There is this meme going around among writers and I know a lot of writers. But they all know I don’t talk about my books that much because I’m a tinkerer and a ditherer. As with all memes, however, they all ran out of other writers to tag. Last week I got tagged four times. Robynn Tolbert was the first to tag me.
I’m breaking two of the rules. The first rule–that I post on Wednesday–is broken because yesterday was a sad, crazy day. The second rule–that I tag five other authors–is broken because pretty much every author I know who wants to do this has already done it. So if you are a writer who is reading this and you think “I want to do that!” consider this your open invitation to a spare tag. Think of it like a Google+ invite or something.
Anyway, here’s the rest of the story.
1) What is the title of your next book/work?
If only it had a title we’d be happy people. It has had several working titles, none of which convey the true scope of the thing. My favourite: The Cunning Woman Of Myddfai has been demoted to a section title. The current working title is a bit too stuffy for me but is a better overall descriptor. The Water Grimoire is where we’re at now, and while it does speak a lot to the item central to the story the book isn’t fantasy and that title makes it seem like it will be.
2) Where did the idea come from for the book/work?
I am fascinated by stories about the history of medicine. One of my favourite books of all time is Noah Gordon’s _The Physician_, about a young man in the middle ages who travels from London to the Middle East to learn medicine. Another of my favourite books is Edward Rutherfurd’s _Sarum_, which details the history of a place and the people who live there.
In my reading I several years ago came across one of the most beautiful Welsh myths of all time: The Physicians Of Myddfai. I’m using that myth as the starting point of the novel. The myth describes how one family in one area of Wales happened upon a book of herbal remedies that was in huge demand in the middle ages. My novel follows that book and that family through several centuries a la Rutherfurd’s _Sarum_.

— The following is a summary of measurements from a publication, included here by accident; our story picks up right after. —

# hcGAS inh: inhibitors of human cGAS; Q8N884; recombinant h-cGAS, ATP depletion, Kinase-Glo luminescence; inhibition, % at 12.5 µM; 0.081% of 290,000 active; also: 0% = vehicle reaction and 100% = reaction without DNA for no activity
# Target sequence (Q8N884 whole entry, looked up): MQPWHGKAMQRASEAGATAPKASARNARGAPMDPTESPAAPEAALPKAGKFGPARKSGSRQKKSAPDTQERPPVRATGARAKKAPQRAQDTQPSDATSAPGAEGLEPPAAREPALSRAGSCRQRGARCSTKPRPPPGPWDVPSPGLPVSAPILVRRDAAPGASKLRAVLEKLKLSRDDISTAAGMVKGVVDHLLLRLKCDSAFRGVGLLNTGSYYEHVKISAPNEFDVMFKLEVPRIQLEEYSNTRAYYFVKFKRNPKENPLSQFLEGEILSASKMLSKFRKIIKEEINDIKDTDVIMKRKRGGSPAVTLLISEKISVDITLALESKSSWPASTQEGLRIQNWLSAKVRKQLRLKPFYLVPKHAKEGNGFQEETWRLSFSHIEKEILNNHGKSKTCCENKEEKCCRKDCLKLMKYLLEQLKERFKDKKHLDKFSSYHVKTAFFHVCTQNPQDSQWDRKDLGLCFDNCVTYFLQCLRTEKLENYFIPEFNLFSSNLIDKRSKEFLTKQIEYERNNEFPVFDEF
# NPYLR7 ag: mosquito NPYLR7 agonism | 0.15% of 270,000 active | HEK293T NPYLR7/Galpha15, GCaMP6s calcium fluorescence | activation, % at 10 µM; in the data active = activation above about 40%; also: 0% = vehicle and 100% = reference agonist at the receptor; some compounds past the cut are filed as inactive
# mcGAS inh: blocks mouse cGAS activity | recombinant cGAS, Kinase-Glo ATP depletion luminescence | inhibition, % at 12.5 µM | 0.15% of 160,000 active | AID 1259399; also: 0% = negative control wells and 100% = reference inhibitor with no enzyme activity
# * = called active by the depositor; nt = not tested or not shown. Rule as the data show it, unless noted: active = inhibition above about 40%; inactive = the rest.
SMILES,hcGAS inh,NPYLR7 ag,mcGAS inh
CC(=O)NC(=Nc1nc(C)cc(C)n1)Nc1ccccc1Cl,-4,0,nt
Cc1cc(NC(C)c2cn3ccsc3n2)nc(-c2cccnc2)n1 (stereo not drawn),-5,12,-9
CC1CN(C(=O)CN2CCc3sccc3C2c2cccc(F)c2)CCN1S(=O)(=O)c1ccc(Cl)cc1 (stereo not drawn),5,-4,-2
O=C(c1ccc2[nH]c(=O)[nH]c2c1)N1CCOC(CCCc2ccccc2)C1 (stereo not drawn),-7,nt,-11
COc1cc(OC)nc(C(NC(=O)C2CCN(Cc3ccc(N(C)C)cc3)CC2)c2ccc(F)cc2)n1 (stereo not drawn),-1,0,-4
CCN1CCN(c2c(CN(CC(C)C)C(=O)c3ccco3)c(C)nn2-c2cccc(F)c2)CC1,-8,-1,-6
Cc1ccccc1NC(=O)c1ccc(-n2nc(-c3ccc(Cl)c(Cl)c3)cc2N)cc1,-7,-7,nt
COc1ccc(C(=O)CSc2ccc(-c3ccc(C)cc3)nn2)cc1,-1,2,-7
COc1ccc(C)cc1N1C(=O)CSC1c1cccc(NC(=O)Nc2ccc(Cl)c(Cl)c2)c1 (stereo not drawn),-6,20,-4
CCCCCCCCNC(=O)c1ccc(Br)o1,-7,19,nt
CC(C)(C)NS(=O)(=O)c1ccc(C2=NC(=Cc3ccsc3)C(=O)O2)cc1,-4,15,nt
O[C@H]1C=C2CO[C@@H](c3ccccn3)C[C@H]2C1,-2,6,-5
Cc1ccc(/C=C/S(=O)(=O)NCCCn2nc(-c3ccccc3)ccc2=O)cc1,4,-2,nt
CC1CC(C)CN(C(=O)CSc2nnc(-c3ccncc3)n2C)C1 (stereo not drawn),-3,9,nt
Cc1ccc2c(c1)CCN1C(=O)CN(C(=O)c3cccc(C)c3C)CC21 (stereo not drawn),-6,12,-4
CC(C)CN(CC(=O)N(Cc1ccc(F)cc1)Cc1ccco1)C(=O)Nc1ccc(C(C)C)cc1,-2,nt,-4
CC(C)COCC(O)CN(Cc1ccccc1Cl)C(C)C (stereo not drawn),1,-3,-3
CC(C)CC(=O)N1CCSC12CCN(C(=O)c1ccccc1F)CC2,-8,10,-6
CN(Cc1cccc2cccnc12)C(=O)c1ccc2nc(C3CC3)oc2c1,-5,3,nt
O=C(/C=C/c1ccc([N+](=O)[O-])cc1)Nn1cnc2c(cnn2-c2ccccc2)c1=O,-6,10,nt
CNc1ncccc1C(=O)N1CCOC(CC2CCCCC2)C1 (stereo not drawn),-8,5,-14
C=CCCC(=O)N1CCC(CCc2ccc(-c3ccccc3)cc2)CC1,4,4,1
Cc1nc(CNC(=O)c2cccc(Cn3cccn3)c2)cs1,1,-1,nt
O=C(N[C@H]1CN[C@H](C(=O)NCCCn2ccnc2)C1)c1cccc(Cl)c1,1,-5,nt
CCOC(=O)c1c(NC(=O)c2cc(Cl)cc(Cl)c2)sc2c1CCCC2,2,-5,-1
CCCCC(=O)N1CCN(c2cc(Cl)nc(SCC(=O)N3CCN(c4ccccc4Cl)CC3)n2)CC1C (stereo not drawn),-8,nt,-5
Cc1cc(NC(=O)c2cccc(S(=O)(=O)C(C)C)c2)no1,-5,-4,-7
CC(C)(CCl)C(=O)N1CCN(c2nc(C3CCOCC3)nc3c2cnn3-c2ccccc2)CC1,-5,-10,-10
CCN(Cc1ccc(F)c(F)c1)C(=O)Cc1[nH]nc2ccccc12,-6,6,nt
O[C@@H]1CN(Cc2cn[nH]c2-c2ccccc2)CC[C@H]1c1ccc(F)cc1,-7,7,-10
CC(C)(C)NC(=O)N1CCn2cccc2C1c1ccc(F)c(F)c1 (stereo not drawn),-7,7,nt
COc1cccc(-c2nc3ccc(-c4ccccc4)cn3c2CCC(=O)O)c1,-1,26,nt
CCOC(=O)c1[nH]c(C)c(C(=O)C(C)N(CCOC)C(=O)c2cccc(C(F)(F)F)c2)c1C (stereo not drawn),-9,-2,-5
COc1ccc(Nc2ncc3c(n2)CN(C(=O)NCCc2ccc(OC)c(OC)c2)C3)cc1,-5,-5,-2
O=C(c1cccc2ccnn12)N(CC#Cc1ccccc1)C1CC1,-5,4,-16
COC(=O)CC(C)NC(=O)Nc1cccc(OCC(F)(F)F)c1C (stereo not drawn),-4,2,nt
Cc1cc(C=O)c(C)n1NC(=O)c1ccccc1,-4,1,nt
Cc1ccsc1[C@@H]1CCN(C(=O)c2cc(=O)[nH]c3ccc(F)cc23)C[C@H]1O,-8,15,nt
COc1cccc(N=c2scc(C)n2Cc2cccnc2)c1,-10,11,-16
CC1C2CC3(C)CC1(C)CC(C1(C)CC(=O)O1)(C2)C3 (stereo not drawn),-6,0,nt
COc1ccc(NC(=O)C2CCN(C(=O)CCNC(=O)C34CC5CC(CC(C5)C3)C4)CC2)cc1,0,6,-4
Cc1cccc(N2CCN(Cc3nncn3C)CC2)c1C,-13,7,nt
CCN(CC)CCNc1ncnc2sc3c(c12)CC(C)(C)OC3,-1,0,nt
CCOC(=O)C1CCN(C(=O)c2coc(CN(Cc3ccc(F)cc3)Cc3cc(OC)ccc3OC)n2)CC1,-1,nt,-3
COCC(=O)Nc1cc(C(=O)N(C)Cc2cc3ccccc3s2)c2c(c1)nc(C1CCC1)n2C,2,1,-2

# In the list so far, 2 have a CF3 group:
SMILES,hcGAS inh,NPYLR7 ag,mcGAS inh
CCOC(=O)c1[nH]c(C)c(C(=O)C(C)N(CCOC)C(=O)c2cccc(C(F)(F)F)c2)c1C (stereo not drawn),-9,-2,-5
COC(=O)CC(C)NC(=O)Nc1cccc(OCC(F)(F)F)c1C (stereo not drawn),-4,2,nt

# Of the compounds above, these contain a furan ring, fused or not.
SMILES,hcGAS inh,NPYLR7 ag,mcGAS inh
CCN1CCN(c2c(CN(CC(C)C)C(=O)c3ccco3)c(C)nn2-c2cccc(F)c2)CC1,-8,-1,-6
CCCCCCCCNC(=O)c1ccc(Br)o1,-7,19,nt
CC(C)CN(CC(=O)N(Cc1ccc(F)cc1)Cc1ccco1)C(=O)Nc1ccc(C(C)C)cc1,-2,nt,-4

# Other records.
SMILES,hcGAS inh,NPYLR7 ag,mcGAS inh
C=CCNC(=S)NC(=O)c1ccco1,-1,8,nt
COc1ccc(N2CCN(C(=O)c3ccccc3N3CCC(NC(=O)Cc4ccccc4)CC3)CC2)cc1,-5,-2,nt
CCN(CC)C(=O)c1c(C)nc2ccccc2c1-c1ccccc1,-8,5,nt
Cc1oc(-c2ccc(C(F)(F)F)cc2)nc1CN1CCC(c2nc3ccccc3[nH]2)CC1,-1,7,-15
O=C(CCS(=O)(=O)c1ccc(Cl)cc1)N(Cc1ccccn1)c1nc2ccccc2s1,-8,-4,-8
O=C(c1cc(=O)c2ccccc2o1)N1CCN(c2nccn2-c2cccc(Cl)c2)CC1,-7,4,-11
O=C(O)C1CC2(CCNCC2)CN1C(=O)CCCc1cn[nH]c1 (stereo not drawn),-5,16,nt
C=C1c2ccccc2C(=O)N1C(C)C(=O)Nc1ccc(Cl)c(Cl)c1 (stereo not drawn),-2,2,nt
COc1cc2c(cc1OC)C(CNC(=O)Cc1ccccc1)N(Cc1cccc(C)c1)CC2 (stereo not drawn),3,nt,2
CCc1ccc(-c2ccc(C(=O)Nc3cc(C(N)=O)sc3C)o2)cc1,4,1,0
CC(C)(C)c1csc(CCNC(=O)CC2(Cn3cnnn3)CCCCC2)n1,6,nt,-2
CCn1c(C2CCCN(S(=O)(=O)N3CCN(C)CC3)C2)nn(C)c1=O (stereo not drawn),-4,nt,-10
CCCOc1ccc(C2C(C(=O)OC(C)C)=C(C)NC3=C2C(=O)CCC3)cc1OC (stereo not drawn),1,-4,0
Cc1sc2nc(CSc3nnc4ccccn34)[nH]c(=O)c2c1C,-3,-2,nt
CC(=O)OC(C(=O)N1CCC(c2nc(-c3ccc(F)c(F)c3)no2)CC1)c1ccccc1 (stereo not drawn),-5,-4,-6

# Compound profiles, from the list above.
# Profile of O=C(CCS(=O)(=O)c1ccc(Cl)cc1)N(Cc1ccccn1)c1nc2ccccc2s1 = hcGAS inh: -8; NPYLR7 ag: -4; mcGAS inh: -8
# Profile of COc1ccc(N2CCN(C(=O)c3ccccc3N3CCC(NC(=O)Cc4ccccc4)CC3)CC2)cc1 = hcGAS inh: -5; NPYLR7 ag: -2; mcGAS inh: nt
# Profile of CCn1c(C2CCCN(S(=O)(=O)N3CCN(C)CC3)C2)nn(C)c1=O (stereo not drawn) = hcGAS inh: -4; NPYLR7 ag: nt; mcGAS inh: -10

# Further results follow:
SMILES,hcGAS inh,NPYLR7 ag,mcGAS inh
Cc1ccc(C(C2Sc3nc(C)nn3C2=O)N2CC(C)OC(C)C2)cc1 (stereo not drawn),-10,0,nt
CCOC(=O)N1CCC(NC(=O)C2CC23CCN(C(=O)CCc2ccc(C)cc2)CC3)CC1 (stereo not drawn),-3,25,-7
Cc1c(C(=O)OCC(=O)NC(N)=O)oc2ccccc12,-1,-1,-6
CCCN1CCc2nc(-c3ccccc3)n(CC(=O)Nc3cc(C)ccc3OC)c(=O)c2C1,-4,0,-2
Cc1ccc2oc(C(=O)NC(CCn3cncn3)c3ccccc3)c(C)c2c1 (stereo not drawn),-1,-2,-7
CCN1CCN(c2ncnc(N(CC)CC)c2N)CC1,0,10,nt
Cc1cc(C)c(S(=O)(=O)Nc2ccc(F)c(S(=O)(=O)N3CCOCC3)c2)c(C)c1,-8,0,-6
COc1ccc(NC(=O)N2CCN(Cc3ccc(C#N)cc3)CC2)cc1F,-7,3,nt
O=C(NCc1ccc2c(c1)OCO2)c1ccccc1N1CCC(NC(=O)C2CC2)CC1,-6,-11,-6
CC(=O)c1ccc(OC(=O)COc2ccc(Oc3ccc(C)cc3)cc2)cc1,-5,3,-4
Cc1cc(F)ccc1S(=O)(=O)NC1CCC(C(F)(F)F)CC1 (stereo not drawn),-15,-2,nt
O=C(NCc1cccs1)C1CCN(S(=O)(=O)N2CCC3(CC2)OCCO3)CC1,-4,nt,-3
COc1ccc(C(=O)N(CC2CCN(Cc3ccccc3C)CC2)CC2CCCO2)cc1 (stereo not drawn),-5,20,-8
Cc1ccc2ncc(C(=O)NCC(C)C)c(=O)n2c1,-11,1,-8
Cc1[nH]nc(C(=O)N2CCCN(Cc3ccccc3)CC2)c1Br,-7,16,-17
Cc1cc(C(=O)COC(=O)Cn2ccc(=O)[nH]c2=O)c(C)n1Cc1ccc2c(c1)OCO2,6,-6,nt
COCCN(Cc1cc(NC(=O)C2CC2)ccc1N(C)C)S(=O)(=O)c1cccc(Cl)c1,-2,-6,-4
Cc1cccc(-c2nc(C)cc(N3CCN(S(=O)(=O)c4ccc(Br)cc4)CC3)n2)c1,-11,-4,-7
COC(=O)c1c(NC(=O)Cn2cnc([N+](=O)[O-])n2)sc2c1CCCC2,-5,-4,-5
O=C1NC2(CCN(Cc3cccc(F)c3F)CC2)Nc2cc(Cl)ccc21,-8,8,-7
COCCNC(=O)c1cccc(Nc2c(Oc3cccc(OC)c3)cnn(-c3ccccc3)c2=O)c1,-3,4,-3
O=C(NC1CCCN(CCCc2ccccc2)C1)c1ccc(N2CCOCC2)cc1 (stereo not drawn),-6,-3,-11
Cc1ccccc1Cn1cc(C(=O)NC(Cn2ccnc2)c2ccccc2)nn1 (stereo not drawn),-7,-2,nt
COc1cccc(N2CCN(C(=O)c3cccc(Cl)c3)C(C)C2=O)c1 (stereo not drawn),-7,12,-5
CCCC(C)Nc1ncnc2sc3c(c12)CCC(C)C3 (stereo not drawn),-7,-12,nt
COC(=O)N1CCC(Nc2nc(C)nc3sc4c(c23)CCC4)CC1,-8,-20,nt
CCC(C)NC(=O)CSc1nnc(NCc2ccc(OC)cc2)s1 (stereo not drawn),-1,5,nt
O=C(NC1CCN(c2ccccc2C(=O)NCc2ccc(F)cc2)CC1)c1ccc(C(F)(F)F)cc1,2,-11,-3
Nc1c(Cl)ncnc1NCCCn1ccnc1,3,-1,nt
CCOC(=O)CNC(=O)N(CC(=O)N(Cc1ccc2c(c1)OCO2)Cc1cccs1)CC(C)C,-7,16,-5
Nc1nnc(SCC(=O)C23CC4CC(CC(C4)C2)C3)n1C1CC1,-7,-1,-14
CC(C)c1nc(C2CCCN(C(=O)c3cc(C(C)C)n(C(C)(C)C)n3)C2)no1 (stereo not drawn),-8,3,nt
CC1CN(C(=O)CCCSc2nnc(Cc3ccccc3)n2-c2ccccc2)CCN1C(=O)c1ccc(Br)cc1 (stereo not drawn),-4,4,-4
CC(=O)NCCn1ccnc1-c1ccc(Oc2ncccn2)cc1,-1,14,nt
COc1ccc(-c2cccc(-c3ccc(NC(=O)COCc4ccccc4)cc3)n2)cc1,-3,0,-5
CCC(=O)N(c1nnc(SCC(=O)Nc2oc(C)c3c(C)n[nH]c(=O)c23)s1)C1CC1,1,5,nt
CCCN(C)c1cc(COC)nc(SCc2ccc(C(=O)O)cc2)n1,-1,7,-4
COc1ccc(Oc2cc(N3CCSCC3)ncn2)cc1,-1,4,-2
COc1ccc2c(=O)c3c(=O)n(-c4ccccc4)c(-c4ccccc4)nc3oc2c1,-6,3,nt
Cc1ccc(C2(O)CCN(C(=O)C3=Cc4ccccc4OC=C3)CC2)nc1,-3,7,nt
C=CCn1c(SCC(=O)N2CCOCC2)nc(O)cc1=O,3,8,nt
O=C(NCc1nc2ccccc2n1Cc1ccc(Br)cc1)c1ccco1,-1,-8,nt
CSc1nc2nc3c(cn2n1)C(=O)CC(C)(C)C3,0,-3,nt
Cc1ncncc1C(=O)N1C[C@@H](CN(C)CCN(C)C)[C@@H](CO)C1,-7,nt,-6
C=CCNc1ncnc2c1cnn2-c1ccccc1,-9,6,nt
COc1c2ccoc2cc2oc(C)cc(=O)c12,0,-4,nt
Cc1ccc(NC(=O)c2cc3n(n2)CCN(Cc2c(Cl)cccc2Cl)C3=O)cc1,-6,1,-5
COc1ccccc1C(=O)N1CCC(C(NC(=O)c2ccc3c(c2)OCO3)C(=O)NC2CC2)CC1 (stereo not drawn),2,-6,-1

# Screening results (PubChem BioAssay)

3) What genre does your book/work fall under?
General fiction. There’s history in it, a small amount of fantasy (in the recounting of the legend), but mostly it’s just stories about people and what drives people to help others even when doing so comes at a tragic price.
4) What actors would you choose to play the part of your characters in a movie rendition?
I don’t want my book to be a movie. It’d be fine as a miniseries or a two-year HBO thing. But it’s not a movie. As to who the characters most resemble I’d say that in the fantastical origin section I would like to see the farmer Dyfedd played by Michael Sheen or Richard Coyle, assuming Coyle can use the Welsh accent he had in _Coupling_.
5) What is the one-sentence synopsis of your book?
The world of mankind is filled with ordinary magic, often found in books.
6) Will your book be self-published or represented by an agency?
We’re not there yet.
7) How long did it take you to write the first draft of the manuscript?
It’s been seven years, which is a good thing. The book has changed over time into the book I more wanted it to be. Seven years ago I wasn’t the person to tell this story. Now I’m getting closer.
8) What other books would you compare this story to within your genre?
As I said above it resembles the work of Edward Rutherford in structure while also bearing a whiff of Noah Gordon, Bernard Cornwell and Maeve Binchy.
9) Who or what inspired you to write this book?
My compulsive need to tell the stories of people.
10) What else about the book might pique the reader’s interest?
I talk a little bit about marijuana. So if you’re into that, there you go.